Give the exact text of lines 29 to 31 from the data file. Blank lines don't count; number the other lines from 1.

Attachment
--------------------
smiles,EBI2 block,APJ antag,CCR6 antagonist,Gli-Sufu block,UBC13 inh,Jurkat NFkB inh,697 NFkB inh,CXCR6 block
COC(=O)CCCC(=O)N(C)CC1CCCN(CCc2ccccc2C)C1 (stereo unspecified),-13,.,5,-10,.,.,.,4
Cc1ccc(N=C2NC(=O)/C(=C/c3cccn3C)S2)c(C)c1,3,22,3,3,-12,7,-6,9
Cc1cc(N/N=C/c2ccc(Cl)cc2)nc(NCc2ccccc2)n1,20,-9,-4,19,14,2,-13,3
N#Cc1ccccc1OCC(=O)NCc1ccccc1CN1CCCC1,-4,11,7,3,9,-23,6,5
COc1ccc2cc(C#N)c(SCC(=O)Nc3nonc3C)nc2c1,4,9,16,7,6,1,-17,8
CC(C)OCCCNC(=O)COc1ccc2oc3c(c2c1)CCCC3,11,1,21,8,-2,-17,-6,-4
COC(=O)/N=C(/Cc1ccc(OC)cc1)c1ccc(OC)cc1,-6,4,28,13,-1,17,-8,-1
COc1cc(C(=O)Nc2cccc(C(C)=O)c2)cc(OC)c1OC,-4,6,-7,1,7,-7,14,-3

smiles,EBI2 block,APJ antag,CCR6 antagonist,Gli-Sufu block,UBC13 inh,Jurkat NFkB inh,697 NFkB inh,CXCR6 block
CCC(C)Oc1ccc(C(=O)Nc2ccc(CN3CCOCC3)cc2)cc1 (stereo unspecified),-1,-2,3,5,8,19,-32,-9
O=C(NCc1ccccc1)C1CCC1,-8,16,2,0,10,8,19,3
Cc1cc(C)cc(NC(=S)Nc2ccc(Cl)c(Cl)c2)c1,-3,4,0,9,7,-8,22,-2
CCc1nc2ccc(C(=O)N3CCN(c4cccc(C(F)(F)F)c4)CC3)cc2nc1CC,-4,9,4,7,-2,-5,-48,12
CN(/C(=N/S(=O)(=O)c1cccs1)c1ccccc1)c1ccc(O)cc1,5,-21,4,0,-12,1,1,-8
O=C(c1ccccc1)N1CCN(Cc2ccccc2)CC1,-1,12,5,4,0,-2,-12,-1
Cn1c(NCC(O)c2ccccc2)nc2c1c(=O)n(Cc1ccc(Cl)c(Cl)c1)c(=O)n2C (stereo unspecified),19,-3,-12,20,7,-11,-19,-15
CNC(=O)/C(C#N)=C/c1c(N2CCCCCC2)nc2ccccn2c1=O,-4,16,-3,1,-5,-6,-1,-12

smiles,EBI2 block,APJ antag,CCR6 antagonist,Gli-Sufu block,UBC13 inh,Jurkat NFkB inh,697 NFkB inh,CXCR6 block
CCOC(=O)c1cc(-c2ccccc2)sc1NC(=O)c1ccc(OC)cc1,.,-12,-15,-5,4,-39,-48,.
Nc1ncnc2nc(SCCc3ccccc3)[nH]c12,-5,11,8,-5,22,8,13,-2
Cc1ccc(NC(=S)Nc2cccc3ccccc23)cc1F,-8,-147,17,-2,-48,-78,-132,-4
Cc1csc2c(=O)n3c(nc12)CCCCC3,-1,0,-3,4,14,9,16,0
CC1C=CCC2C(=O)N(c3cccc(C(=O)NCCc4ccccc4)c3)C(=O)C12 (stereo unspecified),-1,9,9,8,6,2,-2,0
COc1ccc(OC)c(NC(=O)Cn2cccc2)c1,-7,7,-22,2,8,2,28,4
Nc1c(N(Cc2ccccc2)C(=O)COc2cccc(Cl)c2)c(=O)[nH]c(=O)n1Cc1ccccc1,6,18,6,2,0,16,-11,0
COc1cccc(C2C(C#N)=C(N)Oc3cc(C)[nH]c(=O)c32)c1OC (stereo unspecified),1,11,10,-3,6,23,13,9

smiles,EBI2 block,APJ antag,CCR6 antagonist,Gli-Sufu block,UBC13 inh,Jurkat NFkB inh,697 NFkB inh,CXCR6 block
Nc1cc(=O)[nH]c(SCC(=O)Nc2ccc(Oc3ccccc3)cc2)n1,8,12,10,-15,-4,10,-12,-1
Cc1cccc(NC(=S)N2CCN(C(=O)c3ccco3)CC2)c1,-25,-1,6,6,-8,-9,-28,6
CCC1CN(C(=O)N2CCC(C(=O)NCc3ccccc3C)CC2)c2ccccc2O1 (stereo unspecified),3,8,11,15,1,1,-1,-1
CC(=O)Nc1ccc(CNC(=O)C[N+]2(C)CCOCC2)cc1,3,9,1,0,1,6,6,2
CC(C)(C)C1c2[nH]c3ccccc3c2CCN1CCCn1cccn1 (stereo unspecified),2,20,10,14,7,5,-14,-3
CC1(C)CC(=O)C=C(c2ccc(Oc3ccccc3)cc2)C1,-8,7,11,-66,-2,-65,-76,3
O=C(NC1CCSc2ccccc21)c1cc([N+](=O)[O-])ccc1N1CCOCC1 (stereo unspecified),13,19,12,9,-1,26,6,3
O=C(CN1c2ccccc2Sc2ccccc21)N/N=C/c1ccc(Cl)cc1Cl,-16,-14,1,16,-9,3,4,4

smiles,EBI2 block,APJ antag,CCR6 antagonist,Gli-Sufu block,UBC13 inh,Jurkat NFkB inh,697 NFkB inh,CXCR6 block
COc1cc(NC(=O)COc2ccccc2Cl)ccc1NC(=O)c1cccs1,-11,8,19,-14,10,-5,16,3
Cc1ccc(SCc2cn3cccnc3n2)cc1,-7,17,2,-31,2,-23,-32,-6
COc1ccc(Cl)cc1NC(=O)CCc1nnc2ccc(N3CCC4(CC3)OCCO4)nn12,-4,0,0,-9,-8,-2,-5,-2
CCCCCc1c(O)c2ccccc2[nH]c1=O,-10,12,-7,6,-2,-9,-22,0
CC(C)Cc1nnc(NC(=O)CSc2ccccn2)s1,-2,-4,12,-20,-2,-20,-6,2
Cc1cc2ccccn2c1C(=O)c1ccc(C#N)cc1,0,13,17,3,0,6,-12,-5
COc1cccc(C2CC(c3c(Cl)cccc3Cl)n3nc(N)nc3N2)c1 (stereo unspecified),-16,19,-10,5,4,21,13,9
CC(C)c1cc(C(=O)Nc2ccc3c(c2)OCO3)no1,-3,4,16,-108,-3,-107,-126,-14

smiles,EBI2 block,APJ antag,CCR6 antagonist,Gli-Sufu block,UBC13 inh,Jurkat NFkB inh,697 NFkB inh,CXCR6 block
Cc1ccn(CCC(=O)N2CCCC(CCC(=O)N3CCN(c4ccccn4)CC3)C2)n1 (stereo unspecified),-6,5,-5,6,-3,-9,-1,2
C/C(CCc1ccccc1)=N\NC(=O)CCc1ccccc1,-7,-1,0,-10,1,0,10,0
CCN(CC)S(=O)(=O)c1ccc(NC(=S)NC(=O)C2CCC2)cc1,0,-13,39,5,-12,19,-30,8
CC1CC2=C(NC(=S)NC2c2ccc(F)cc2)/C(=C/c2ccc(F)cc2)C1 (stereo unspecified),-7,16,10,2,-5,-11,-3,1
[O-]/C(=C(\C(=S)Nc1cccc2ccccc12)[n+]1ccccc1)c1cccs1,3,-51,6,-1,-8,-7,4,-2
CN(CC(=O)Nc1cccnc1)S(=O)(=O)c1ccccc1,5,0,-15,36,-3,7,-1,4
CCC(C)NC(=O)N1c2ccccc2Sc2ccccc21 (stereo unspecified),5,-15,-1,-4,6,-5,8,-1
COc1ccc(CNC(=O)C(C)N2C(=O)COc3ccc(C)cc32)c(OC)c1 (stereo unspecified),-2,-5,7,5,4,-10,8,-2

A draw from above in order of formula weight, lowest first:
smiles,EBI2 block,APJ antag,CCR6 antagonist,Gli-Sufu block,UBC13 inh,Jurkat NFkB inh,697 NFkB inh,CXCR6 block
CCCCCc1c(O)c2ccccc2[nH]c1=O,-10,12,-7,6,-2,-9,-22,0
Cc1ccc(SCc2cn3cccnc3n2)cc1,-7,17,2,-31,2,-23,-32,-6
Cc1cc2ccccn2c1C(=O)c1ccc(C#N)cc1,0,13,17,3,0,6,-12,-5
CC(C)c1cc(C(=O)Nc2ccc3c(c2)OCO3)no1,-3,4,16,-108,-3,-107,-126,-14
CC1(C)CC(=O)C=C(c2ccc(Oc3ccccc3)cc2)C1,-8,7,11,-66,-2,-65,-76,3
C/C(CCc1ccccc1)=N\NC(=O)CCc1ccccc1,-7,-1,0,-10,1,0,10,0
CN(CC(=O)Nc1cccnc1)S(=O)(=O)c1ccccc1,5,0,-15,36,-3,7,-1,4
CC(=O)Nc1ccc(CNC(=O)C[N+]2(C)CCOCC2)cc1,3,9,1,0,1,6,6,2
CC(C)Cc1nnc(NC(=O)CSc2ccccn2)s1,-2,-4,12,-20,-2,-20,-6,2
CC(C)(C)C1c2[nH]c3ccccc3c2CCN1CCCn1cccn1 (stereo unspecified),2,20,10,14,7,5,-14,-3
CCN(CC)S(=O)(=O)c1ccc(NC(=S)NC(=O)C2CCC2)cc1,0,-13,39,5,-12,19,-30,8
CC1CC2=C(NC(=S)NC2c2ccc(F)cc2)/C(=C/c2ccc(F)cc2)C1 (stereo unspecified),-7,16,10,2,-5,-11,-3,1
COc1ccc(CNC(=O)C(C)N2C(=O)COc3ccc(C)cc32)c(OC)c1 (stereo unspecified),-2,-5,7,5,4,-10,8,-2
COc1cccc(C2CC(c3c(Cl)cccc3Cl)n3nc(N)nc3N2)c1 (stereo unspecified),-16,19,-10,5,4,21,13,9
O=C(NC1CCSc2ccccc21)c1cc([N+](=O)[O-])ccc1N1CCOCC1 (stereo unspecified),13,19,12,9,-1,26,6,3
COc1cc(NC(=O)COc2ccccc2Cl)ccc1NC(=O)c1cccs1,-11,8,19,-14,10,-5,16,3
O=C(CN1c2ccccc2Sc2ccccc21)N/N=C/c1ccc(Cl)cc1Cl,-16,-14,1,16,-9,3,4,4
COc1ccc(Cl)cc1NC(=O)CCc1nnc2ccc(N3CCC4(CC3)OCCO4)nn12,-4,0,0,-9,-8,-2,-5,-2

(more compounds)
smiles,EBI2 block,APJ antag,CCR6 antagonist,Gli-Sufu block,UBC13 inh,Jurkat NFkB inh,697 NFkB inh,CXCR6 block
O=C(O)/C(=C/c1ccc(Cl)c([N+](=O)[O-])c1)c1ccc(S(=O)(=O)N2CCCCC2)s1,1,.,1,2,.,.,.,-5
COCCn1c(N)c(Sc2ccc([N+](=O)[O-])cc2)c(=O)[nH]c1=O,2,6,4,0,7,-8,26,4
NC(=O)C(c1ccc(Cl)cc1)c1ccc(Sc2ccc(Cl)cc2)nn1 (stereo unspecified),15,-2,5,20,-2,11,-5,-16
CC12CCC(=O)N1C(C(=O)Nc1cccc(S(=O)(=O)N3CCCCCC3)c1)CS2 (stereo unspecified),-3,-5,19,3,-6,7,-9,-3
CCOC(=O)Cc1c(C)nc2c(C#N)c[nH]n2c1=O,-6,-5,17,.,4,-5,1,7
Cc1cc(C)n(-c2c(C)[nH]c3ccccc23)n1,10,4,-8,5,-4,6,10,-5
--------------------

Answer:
Nc1cc(=O)[nH]c(SCC(=O)Nc2ccc(Oc3ccccc3)cc2)n1,8,12,10,-15,-4,10,-12,-1
Cc1cccc(NC(=S)N2CCN(C(=O)c3ccco3)CC2)c1,-25,-1,6,6,-8,-9,-28,6
CCC1CN(C(=O)N2CCC(C(=O)NCc3ccccc3C)CC2)c2ccccc2O1 (stereo unspecified),3,8,11,15,1,1,-1,-1